One of the biggest difficulties in romantic relationships is the conflict between two necessary factors: chemistry and compatibility.
Chemistry is the visceral excitement of desire – the sparky, exhilarating thrill of connection, the hungry craving for intimacy, the natural, animal magnetism of lust and sensual energy. You want each other.
Compatibility is less showy, but no less important. It is the comfort of harmonious companionship, the trust, security and warmth of mutual admiration and affection. The confidence that comes from shared goals, shared hopes, and a shared life. You “get” each other.
Either one of these forces alone can make a relationship seem viable, but without both it tends to feel incomplete. Even worse, the two forces sometimes seem in opposition – how can you be excited by someone who makes you feel safe? How can you relax around someone who arouses you?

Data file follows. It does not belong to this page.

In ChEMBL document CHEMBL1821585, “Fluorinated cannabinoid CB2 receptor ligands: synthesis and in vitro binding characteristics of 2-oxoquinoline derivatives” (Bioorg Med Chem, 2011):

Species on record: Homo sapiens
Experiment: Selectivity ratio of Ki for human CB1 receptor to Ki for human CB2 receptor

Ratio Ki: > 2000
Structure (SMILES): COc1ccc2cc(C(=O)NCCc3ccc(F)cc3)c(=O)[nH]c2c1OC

This conflict is especially challenging because we also intuit that chemistry or compatibility can’t be forced – you either click or don’t – and faking it isn’t going to work, because the feelings are too deep and fundamental to our emotional makeup. You can try to ignore the lack of either for a while, but such willful blindness dooms the relationship to a slow defeat.
So, how can we square the circle? Is it better to favour chemistry or compatibility? Or is there a way to find someone with whom you have both chemistry and compatibility?
Let’s work through the possibilities.
All chemistry and no compatibility
The first scenario to consider is chemistry in the absence of compatibility. Limerence really helps to highlight this problem, being the kind of chemistry that resembles nuclear fission.
Chemistry for limerents is revealed in the glimmer – that sense of romantic potency in another person that is ignited by subconscious cues that we rarely understand at a rational level. Romantic chemistry is situated in the subcortical parts of the brain – the people we find attractive are firing up brainstem circuits that were programmed by nebulous past experiences. Ones that we often didn’t even realise would come to shape our romantic sensibilities.